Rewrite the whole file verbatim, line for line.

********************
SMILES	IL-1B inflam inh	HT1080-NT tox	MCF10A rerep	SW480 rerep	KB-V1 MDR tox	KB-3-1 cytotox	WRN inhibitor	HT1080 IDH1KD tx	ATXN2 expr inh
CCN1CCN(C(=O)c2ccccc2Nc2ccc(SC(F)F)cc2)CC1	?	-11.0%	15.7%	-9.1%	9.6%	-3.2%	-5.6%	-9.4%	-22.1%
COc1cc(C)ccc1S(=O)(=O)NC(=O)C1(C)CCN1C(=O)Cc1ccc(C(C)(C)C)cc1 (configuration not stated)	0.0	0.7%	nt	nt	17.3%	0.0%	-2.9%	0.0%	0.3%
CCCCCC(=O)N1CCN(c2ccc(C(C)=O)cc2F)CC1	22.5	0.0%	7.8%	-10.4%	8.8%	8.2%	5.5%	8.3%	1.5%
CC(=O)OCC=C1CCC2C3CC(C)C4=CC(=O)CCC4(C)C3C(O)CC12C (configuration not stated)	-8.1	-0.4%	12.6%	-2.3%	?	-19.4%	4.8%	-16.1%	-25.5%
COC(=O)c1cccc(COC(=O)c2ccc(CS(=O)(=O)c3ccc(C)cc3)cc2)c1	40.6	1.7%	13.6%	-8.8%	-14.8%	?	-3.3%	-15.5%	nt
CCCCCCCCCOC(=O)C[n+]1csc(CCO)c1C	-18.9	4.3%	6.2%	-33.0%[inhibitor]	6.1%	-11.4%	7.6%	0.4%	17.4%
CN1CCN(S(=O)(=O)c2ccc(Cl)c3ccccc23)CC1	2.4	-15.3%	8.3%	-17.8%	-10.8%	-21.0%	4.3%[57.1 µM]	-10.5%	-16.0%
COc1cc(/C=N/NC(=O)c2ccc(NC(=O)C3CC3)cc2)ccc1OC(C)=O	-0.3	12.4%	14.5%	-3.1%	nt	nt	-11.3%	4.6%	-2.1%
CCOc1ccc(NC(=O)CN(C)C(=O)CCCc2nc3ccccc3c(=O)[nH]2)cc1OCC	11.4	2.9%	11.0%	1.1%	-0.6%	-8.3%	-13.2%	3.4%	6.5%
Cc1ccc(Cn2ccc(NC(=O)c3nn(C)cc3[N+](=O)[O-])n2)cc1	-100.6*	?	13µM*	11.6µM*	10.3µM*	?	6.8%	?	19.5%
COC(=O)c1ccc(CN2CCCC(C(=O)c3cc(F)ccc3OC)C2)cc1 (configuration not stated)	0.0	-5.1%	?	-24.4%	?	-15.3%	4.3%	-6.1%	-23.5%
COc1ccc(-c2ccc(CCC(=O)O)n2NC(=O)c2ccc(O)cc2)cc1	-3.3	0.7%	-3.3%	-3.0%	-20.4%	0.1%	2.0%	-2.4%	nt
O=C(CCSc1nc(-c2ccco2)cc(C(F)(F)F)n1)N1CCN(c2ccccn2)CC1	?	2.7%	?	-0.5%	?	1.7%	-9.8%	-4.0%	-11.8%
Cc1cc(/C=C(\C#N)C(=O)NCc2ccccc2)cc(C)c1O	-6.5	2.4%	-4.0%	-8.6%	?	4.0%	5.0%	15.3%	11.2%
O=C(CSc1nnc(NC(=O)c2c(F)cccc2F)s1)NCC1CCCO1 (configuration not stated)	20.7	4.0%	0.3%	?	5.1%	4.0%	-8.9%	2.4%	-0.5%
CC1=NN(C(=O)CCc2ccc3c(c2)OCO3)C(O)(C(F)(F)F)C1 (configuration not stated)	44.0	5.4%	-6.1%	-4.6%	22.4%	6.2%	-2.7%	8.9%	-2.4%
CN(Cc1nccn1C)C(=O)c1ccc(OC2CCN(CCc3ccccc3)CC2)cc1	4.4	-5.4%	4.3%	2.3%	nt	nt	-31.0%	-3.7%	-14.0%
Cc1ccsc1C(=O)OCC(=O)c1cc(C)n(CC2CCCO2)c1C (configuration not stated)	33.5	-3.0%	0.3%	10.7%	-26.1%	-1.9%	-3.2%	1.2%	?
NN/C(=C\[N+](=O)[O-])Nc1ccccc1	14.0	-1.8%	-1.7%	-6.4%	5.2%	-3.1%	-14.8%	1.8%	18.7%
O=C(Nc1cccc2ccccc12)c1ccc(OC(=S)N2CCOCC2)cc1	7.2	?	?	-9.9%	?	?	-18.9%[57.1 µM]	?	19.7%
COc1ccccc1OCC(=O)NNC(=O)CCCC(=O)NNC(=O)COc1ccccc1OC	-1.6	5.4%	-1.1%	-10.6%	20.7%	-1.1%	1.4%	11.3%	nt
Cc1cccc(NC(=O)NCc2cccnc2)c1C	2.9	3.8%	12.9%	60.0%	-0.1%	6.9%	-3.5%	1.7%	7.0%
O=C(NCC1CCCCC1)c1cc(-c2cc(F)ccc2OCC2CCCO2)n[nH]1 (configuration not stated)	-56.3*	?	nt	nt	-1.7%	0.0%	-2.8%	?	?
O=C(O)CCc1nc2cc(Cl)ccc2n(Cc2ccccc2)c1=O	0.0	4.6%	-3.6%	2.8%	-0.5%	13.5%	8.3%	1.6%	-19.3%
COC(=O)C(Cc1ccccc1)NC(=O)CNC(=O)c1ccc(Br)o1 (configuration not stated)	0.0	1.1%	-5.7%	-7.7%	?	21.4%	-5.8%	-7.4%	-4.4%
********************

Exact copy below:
SMILES	IL-1B inflam inh	HT1080-NT tox	MCF10A rerep	SW480 rerep	KB-V1 MDR tox	KB-3-1 cytotox	WRN inhibitor	HT1080 IDH1KD tx	ATXN2 expr inh
CCN1CCN(C(=O)c2ccccc2Nc2ccc(SC(F)F)cc2)CC1	?	-11.0%	15.7%	-9.1%	9.6%	-3.2%	-5.6%	-9.4%	-22.1%
COc1cc(C)ccc1S(=O)(=O)NC(=O)C1(C)CCN1C(=O)Cc1ccc(C(C)(C)C)cc1 (configuration not stated)	0.0	0.7%	nt	nt	17.3%	0.0%	-2.9%	0.0%	0.3%
CCCCCC(=O)N1CCN(c2ccc(C(C)=O)cc2F)CC1	22.5	0.0%	7.8%	-10.4%	8.8%	8.2%	5.5%	8.3%	1.5%
CC(=O)OCC=C1CCC2C3CC(C)C4=CC(=O)CCC4(C)C3C(O)CC12C (configuration not stated)	-8.1	-0.4%	12.6%	-2.3%	?	-19.4%	4.8%	-16.1%	-25.5%
COC(=O)c1cccc(COC(=O)c2ccc(CS(=O)(=O)c3ccc(C)cc3)cc2)c1	40.6	1.7%	13.6%	-8.8%	-14.8%	?	-3.3%	-15.5%	nt
CCCCCCCCCOC(=O)C[n+]1csc(CCO)c1C	-18.9	4.3%	6.2%	-33.0%[inhibitor]	6.1%	-11.4%	7.6%	0.4%	17.4%
CN1CCN(S(=O)(=O)c2ccc(Cl)c3ccccc23)CC1	2.4	-15.3%	8.3%	-17.8%	-10.8%	-21.0%	4.3%[57.1 µM]	-10.5%	-16.0%
COc1cc(/C=N/NC(=O)c2ccc(NC(=O)C3CC3)cc2)ccc1OC(C)=O	-0.3	12.4%	14.5%	-3.1%	nt	nt	-11.3%	4.6%	-2.1%
CCOc1ccc(NC(=O)CN(C)C(=O)CCCc2nc3ccccc3c(=O)[nH]2)cc1OCC	11.4	2.9%	11.0%	1.1%	-0.6%	-8.3%	-13.2%	3.4%	6.5%
Cc1ccc(Cn2ccc(NC(=O)c3nn(C)cc3[N+](=O)[O-])n2)cc1	-100.6*	?	13µM*	11.6µM*	10.3µM*	?	6.8%	?	19.5%
COC(=O)c1ccc(CN2CCCC(C(=O)c3cc(F)ccc3OC)C2)cc1 (configuration not stated)	0.0	-5.1%	?	-24.4%	?	-15.3%	4.3%	-6.1%	-23.5%
COc1ccc(-c2ccc(CCC(=O)O)n2NC(=O)c2ccc(O)cc2)cc1	-3.3	0.7%	-3.3%	-3.0%	-20.4%	0.1%	2.0%	-2.4%	nt
O=C(CCSc1nc(-c2ccco2)cc(C(F)(F)F)n1)N1CCN(c2ccccn2)CC1	?	2.7%	?	-0.5%	?	1.7%	-9.8%	-4.0%	-11.8%
Cc1cc(/C=C(\C#N)C(=O)NCc2ccccc2)cc(C)c1O	-6.5	2.4%	-4.0%	-8.6%	?	4.0%	5.0%	15.3%	11.2%
O=C(CSc1nnc(NC(=O)c2c(F)cccc2F)s1)NCC1CCCO1 (configuration not stated)	20.7	4.0%	0.3%	?	5.1%	4.0%	-8.9%	2.4%	-0.5%
CC1=NN(C(=O)CCc2ccc3c(c2)OCO3)C(O)(C(F)(F)F)C1 (configuration not stated)	44.0	5.4%	-6.1%	-4.6%	22.4%	6.2%	-2.7%	8.9%	-2.4%
CN(Cc1nccn1C)C(=O)c1ccc(OC2CCN(CCc3ccccc3)CC2)cc1	4.4	-5.4%	4.3%	2.3%	nt	nt	-31.0%	-3.7%	-14.0%
Cc1ccsc1C(=O)OCC(=O)c1cc(C)n(CC2CCCO2)c1C (configuration not stated)	33.5	-3.0%	0.3%	10.7%	-26.1%	-1.9%	-3.2%	1.2%	?
NN/C(=C\[N+](=O)[O-])Nc1ccccc1	14.0	-1.8%	-1.7%	-6.4%	5.2%	-3.1%	-14.8%	1.8%	18.7%
O=C(Nc1cccc2ccccc12)c1ccc(OC(=S)N2CCOCC2)cc1	7.2	?	?	-9.9%	?	?	-18.9%[57.1 µM]	?	19.7%
COc1ccccc1OCC(=O)NNC(=O)CCCC(=O)NNC(=O)COc1ccccc1OC	-1.6	5.4%	-1.1%	-10.6%	20.7%	-1.1%	1.4%	11.3%	nt
Cc1cccc(NC(=O)NCc2cccnc2)c1C	2.9	3.8%	12.9%	60.0%	-0.1%	6.9%	-3.5%	1.7%	7.0%
O=C(NCC1CCCCC1)c1cc(-c2cc(F)ccc2OCC2CCCO2)n[nH]1 (configuration not stated)	-56.3*	?	nt	nt	-1.7%	0.0%	-2.8%	?	?
O=C(O)CCc1nc2cc(Cl)ccc2n(Cc2ccccc2)c1=O	0.0	4.6%	-3.6%	2.8%	-0.5%	13.5%	8.3%	1.6%	-19.3%
COC(=O)C(Cc1ccccc1)NC(=O)CNC(=O)c1ccc(Br)o1 (configuration not stated)	0.0	1.1%	-5.7%	-7.7%	?	21.4%	-5.8%	-7.4%	-4.4%